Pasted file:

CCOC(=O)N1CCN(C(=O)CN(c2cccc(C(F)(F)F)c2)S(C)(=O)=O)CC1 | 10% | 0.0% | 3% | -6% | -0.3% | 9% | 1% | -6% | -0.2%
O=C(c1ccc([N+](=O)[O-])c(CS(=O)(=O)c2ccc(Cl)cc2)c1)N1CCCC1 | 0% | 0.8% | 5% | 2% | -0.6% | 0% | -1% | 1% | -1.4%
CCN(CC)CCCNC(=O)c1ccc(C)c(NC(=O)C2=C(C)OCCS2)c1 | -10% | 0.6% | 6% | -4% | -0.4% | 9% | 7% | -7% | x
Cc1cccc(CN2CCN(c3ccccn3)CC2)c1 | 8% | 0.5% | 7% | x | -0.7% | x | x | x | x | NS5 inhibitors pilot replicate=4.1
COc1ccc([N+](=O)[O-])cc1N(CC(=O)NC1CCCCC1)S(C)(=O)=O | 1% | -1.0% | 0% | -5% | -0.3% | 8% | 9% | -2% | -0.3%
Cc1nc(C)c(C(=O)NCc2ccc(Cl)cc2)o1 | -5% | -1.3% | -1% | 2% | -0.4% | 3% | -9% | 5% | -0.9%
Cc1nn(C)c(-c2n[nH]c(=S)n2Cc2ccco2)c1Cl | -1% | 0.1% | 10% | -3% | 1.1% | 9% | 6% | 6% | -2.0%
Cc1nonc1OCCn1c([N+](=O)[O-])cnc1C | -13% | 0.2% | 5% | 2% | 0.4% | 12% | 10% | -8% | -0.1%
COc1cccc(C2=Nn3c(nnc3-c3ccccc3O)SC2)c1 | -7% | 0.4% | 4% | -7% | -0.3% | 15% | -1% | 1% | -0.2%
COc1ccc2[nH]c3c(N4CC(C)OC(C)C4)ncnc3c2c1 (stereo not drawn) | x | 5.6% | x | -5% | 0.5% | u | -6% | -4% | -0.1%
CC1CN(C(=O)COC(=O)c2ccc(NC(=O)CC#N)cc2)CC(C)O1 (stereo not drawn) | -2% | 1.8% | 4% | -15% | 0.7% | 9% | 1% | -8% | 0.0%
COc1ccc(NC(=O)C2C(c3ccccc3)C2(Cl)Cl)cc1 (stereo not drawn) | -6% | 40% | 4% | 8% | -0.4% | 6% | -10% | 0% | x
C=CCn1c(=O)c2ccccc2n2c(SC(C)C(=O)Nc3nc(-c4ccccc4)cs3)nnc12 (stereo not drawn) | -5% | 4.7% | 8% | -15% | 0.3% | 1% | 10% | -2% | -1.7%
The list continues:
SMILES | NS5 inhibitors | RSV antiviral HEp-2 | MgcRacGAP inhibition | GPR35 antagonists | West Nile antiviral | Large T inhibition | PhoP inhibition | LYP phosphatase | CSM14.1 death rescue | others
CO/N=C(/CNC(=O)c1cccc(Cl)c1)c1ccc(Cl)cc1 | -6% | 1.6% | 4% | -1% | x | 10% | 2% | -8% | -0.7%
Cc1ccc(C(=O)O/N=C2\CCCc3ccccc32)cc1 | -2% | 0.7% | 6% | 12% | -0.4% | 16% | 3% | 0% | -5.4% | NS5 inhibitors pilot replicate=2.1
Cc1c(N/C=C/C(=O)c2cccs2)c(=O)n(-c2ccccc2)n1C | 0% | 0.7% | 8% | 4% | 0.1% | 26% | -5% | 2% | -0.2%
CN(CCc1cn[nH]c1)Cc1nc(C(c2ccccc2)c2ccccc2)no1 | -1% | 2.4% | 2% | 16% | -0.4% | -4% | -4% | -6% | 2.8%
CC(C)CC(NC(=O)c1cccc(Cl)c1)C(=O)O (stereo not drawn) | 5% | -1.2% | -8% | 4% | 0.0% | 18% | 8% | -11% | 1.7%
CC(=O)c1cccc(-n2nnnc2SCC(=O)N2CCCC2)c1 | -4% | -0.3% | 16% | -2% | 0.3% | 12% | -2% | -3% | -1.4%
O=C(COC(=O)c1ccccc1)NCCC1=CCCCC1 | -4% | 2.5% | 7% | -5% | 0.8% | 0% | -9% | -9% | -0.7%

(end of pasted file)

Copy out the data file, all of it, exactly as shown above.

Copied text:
CCOC(=O)N1CCN(C(=O)CN(c2cccc(C(F)(F)F)c2)S(C)(=O)=O)CC1 | 10% | 0.0% | 3% | -6% | -0.3% | 9% | 1% | -6% | -0.2%
O=C(c1ccc([N+](=O)[O-])c(CS(=O)(=O)c2ccc(Cl)cc2)c1)N1CCCC1 | 0% | 0.8% | 5% | 2% | -0.6% | 0% | -1% | 1% | -1.4%
CCN(CC)CCCNC(=O)c1ccc(C)c(NC(=O)C2=C(C)OCCS2)c1 | -10% | 0.6% | 6% | -4% | -0.4% | 9% | 7% | -7% | x
Cc1cccc(CN2CCN(c3ccccn3)CC2)c1 | 8% | 0.5% | 7% | x | -0.7% | x | x | x | x | NS5 inhibitors pilot replicate=4.1
COc1ccc([N+](=O)[O-])cc1N(CC(=O)NC1CCCCC1)S(C)(=O)=O | 1% | -1.0% | 0% | -5% | -0.3% | 8% | 9% | -2% | -0.3%
Cc1nc(C)c(C(=O)NCc2ccc(Cl)cc2)o1 | -5% | -1.3% | -1% | 2% | -0.4% | 3% | -9% | 5% | -0.9%
Cc1nn(C)c(-c2n[nH]c(=S)n2Cc2ccco2)c1Cl | -1% | 0.1% | 10% | -3% | 1.1% | 9% | 6% | 6% | -2.0%
Cc1nonc1OCCn1c([N+](=O)[O-])cnc1C | -13% | 0.2% | 5% | 2% | 0.4% | 12% | 10% | -8% | -0.1%
COc1cccc(C2=Nn3c(nnc3-c3ccccc3O)SC2)c1 | -7% | 0.4% | 4% | -7% | -0.3% | 15% | -1% | 1% | -0.2%
COc1ccc2[nH]c3c(N4CC(C)OC(C)C4)ncnc3c2c1 (stereo not drawn) | x | 5.6% | x | -5% | 0.5% | u | -6% | -4% | -0.1%
CC1CN(C(=O)COC(=O)c2ccc(NC(=O)CC#N)cc2)CC(C)O1 (stereo not drawn) | -2% | 1.8% | 4% | -15% | 0.7% | 9% | 1% | -8% | 0.0%
COc1ccc(NC(=O)C2C(c3ccccc3)C2(Cl)Cl)cc1 (stereo not drawn) | -6% | 40% | 4% | 8% | -0.4% | 6% | -10% | 0% | x
C=CCn1c(=O)c2ccccc2n2c(SC(C)C(=O)Nc3nc(-c4ccccc4)cs3)nnc12 (stereo not drawn) | -5% | 4.7% | 8% | -15% | 0.3% | 1% | 10% | -2% | -1.7%
The list continues:
SMILES | NS5 inhibitors | RSV antiviral HEp-2 | MgcRacGAP inhibition | GPR35 antagonists | West Nile antiviral | Large T inhibition | PhoP inhibition | LYP phosphatase | CSM14.1 death rescue | others
CO/N=C(/CNC(=O)c1cccc(Cl)c1)c1ccc(Cl)cc1 | -6% | 1.6% | 4% | -1% | x | 10% | 2% | -8% | -0.7%
Cc1ccc(C(=O)O/N=C2\CCCc3ccccc32)cc1 | -2% | 0.7% | 6% | 12% | -0.4% | 16% | 3% | 0% | -5.4% | NS5 inhibitors pilot replicate=2.1
Cc1c(N/C=C/C(=O)c2cccs2)c(=O)n(-c2ccccc2)n1C | 0% | 0.7% | 8% | 4% | 0.1% | 26% | -5% | 2% | -0.2%
CN(CCc1cn[nH]c1)Cc1nc(C(c2ccccc2)c2ccccc2)no1 | -1% | 2.4% | 2% | 16% | -0.4% | -4% | -4% | -6% | 2.8%
CC(C)CC(NC(=O)c1cccc(Cl)c1)C(=O)O (stereo not drawn) | 5% | -1.2% | -8% | 4% | 0.0% | 18% | 8% | -11% | 1.7%
CC(=O)c1cccc(-n2nnnc2SCC(=O)N2CCCC2)c1 | -4% | -0.3% | 16% | -2% | 0.3% | 12% | -2% | -3% | -1.4%
O=C(COC(=O)c1ccccc1)NCCC1=CCCCC1 | -4% | 2.5% | 7% | -5% | 0.8% | 0% | -9% | -9% | -0.7%